A new study reveals that the risk for a road traffic accident is significantly greater following consumption of even very small amounts of cannabis. Evidence of cannabis use were found in 7% of drivers involved in fatal crashes by the French National Institute for Transport and Safety Research. These figures are comparatively lesser compared to drivers who consumed alcohol (21.4%).
The researchers have projected several alarming results such as small amounts of cannabis can double the risk. The risk of being responsible for a fatal crash increased with increase in blood concentration of cannabis. Larger doses infact triple the risk.
The study was conducted among 10,748 drivers involved in fatal crashes between 2001 and 2003. The figure was dwarfed by the 21.4% who tested positive for alcohol consumption. As expected, men were more often involved in crashes than women and more likely to test positive for both cannabis and alcohol.
Alcohol consumption was found to be responsible for fatal crashes (28.6%), surpassing those directly attributable to cannabis use (2.5%). In addition, increasing numbers of people who had taken various types of drugs were being treated following road traffic accidents, and other incidents.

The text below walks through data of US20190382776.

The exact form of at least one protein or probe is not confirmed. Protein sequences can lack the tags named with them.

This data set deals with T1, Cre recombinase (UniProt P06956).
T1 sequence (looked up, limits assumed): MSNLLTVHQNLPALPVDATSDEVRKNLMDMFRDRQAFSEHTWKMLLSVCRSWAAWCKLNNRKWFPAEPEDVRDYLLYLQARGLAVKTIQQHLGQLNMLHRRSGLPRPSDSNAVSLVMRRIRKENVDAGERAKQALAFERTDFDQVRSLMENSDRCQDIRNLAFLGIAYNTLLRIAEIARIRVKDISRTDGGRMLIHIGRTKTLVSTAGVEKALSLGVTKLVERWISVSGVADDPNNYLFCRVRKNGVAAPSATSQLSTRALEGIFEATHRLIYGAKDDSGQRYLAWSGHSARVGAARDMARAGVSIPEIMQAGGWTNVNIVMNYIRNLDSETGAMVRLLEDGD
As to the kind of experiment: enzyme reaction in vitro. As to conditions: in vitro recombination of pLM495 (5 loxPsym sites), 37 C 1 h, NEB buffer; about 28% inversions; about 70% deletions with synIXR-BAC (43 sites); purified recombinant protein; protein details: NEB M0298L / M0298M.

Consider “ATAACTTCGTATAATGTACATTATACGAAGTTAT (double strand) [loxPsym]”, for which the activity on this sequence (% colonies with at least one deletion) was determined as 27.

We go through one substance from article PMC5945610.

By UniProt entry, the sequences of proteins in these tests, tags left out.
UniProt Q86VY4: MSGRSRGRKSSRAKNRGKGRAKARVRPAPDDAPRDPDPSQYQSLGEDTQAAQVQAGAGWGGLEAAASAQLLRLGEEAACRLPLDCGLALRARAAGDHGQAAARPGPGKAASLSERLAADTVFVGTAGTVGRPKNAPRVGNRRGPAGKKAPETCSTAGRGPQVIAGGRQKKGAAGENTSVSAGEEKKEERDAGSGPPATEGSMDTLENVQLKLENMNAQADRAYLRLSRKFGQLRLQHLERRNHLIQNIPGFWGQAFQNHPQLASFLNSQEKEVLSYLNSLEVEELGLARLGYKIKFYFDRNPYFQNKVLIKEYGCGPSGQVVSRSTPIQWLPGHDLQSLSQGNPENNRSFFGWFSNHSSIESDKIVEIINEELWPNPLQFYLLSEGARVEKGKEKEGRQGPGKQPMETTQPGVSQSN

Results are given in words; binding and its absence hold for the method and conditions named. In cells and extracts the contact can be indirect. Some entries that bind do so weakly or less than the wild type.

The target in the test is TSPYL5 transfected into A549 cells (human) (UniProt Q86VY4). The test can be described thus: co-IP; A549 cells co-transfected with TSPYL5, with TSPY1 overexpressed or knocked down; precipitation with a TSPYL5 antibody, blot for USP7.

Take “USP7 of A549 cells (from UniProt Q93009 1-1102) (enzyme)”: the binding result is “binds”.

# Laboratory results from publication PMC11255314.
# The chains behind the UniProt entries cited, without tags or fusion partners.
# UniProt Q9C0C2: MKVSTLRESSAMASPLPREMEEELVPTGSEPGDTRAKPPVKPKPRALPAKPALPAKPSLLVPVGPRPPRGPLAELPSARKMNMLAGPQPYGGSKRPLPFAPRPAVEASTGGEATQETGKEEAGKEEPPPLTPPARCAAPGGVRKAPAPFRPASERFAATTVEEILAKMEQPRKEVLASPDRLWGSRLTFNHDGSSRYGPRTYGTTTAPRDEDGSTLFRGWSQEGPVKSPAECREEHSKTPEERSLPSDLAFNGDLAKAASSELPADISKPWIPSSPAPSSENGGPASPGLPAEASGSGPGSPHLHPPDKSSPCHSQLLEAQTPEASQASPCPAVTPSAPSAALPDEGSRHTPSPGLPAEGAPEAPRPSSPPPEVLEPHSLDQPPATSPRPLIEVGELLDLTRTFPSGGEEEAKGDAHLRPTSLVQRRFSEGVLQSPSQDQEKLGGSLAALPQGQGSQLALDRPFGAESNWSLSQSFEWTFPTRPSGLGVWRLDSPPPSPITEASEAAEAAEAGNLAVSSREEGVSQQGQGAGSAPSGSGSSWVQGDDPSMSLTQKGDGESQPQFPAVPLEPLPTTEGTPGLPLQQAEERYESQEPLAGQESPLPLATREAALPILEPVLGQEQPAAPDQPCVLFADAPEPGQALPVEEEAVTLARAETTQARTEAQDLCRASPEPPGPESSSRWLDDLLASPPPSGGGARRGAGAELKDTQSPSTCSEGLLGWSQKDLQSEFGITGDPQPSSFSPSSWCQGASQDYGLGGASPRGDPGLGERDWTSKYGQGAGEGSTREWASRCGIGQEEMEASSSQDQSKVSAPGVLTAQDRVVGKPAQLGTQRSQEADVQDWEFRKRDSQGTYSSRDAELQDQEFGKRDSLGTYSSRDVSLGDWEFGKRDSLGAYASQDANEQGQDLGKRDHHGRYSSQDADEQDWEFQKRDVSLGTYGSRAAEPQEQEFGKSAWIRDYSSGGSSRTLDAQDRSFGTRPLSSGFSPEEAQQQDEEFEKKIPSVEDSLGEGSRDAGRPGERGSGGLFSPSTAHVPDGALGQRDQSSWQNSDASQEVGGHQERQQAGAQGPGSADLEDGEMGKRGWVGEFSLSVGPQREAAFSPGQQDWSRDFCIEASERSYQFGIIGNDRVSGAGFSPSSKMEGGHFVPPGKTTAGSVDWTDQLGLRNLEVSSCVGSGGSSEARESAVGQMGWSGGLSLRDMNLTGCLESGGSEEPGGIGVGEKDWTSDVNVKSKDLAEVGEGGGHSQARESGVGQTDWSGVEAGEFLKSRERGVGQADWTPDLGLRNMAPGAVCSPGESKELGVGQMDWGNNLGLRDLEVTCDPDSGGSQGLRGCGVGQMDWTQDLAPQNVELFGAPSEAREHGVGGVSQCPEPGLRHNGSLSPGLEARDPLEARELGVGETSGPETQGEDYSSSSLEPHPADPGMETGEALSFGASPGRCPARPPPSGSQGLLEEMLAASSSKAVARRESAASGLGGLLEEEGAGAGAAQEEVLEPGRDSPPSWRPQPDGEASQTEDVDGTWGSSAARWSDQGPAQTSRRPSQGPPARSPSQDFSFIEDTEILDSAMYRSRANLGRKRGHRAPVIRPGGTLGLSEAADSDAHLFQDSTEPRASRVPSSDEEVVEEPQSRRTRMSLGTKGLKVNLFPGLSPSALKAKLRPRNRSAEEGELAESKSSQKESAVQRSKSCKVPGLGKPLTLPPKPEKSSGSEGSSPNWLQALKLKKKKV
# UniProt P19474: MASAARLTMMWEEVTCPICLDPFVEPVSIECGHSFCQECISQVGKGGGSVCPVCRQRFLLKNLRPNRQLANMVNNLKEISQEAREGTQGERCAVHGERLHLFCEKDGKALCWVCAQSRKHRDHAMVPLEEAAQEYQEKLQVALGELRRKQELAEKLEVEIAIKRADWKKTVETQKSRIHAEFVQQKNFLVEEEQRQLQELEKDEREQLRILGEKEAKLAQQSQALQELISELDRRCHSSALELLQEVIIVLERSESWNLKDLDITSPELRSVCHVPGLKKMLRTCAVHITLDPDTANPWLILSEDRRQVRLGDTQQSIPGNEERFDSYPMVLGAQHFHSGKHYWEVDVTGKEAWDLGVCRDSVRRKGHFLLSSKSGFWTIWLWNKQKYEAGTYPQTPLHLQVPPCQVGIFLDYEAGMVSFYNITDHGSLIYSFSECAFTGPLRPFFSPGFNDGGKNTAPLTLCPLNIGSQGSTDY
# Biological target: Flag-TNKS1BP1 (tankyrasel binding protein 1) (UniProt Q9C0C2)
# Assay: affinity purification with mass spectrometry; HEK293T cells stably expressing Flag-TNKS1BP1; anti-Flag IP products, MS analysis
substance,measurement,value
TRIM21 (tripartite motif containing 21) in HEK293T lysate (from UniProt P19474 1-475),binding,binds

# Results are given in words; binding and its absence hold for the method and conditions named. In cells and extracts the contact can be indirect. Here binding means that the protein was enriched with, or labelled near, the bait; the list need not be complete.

In most of the instances, people who used cannabis also used alcohol or other types of drugs, aggravating the risk. It poses difficulties regarding the medical diagnosis, as physicians often get confused if the injury is related to a person's behaviour or to other drugs that may have been consumed.
In conclusion, it has been proved with authoritative evidence that driving under the influence of cannabis increases the risk of involvement in a crash. More public education campaigns are clearly indicated, particularly among young adolescent drivers.